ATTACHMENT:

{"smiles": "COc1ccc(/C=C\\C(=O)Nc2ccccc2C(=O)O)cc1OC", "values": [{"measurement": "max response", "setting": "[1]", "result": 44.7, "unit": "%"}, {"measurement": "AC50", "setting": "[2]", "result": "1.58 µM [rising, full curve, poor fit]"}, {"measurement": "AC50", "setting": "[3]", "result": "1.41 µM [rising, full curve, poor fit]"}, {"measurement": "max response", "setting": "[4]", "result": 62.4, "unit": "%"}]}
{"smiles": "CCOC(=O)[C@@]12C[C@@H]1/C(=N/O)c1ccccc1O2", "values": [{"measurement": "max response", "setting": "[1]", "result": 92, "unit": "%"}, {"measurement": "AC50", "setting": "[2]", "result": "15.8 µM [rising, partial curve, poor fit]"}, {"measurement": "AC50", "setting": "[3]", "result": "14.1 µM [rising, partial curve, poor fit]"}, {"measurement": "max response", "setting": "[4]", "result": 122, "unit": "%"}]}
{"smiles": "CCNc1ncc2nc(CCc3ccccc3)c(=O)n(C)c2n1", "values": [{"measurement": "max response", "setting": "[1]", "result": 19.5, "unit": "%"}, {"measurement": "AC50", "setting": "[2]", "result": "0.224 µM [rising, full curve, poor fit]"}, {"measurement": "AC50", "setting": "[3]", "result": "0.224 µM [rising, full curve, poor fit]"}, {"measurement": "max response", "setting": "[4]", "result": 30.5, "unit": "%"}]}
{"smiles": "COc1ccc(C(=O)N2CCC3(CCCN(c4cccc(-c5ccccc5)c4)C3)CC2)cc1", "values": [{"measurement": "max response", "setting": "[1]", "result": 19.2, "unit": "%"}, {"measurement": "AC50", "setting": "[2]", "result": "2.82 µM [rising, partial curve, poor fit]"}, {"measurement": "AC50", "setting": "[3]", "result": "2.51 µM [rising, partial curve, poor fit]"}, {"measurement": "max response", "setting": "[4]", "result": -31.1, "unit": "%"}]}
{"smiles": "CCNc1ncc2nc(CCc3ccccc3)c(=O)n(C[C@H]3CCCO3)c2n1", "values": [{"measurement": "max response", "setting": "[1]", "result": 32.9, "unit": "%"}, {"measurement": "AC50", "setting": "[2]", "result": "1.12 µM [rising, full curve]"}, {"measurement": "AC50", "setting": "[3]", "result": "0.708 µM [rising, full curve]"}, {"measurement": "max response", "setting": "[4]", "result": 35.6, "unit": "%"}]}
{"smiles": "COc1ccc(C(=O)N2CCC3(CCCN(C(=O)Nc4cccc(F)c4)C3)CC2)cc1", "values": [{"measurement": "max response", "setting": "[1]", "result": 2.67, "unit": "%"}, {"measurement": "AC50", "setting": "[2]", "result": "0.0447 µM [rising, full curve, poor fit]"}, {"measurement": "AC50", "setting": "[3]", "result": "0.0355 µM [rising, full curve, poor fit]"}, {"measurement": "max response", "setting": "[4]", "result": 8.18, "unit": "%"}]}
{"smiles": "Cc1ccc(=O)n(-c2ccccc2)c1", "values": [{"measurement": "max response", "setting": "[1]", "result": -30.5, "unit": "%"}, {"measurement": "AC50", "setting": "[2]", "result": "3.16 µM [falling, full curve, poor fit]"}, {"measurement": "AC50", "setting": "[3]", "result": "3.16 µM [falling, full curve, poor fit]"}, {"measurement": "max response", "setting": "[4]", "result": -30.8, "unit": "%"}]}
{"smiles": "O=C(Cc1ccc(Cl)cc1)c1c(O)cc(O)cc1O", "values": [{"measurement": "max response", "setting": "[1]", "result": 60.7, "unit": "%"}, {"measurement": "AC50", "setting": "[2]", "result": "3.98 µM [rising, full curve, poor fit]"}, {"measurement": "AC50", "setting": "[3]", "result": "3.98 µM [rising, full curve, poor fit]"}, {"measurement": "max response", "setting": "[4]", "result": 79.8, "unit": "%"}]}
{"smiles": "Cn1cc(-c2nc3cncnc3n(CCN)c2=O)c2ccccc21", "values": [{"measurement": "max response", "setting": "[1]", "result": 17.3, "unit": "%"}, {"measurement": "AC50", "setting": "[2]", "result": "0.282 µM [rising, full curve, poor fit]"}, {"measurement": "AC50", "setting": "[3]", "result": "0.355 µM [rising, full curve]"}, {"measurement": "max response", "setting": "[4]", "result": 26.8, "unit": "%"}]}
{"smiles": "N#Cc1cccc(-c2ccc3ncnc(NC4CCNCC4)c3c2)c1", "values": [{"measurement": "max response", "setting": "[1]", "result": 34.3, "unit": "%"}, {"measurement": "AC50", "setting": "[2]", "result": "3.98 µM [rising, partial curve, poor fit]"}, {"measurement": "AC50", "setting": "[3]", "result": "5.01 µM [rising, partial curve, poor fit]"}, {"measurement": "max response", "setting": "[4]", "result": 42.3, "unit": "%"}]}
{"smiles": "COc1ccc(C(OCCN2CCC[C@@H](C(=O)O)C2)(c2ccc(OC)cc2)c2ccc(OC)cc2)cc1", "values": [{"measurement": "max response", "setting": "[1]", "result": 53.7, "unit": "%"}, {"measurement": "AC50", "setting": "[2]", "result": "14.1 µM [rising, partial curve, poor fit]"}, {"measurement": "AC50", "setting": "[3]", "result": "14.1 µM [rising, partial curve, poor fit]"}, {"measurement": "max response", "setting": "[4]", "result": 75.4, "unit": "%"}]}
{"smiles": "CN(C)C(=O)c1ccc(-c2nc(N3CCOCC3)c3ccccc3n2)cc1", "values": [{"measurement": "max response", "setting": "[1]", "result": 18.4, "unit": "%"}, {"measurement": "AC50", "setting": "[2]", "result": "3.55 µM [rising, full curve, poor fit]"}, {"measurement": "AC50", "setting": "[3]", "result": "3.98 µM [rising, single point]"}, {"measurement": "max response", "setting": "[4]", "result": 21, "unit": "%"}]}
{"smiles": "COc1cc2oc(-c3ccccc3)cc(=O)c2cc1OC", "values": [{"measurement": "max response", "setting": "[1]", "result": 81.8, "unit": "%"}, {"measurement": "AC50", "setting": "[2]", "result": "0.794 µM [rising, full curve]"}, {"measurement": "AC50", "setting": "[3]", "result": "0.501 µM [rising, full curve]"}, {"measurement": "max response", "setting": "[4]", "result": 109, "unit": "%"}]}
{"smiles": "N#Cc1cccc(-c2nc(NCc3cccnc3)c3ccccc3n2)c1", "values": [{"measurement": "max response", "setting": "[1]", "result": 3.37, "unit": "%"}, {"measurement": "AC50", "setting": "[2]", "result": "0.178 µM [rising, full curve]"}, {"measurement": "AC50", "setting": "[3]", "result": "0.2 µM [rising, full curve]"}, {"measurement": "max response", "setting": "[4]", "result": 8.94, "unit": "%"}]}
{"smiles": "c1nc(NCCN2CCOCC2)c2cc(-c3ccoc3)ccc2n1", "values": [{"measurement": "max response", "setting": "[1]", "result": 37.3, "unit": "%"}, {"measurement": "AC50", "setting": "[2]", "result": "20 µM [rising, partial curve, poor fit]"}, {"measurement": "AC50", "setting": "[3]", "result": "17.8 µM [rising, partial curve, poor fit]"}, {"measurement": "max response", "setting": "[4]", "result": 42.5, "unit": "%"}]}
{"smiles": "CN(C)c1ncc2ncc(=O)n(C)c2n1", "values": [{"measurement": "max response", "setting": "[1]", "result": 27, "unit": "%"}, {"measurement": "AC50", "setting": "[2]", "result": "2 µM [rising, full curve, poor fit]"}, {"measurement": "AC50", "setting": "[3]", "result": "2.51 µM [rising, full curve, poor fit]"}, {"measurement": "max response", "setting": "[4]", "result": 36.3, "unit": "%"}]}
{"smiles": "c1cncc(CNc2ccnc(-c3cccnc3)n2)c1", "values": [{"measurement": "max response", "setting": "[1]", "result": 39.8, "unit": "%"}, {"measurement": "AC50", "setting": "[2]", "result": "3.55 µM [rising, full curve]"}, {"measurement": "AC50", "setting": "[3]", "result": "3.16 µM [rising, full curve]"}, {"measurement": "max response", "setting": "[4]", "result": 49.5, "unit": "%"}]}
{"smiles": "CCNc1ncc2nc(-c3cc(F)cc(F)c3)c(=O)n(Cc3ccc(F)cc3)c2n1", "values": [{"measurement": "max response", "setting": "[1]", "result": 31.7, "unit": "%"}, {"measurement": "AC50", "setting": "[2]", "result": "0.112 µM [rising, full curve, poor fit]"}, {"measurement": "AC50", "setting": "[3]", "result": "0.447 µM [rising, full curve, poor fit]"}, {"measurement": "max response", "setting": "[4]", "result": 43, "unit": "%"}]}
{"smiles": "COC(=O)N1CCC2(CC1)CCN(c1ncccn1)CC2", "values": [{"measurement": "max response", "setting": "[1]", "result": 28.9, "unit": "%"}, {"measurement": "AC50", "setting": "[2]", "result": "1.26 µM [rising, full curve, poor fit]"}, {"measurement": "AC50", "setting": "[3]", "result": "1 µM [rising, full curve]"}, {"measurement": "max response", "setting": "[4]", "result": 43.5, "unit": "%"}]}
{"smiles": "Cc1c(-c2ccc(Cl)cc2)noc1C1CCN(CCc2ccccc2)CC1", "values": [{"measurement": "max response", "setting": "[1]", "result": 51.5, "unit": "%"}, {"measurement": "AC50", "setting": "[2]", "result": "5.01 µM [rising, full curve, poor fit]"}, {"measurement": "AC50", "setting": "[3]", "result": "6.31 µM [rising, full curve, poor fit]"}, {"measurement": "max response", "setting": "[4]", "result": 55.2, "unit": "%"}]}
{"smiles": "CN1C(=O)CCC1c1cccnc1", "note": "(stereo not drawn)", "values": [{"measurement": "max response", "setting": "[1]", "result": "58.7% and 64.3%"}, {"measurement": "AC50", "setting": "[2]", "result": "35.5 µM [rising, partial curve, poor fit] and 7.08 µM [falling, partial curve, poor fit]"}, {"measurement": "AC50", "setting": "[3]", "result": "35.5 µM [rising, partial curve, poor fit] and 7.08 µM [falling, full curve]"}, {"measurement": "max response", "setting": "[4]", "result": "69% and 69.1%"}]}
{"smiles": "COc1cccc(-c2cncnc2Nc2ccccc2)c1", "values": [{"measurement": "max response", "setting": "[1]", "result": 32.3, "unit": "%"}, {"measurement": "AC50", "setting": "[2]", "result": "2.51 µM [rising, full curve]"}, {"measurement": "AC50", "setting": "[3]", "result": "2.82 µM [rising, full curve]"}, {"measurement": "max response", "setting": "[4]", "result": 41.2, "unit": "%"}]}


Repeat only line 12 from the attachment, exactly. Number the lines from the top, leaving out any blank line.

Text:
{"smiles": "CN(C)C(=O)c1ccc(-c2nc(N3CCOCC3)c3ccccc3n2)cc1", "values": [{"measurement": "max response", "setting": "[1]", "result": 18.4, "unit": "%"}, {"measurement": "AC50", "setting": "[2]", "result": "3.55 µM [rising, full curve, poor fit]"}, {"measurement": "AC50", "setting": "[3]", "result": "3.98 µM [rising, single point]"}, {"measurement": "max response", "setting": "[4]", "result": 21, "unit": "%"}]}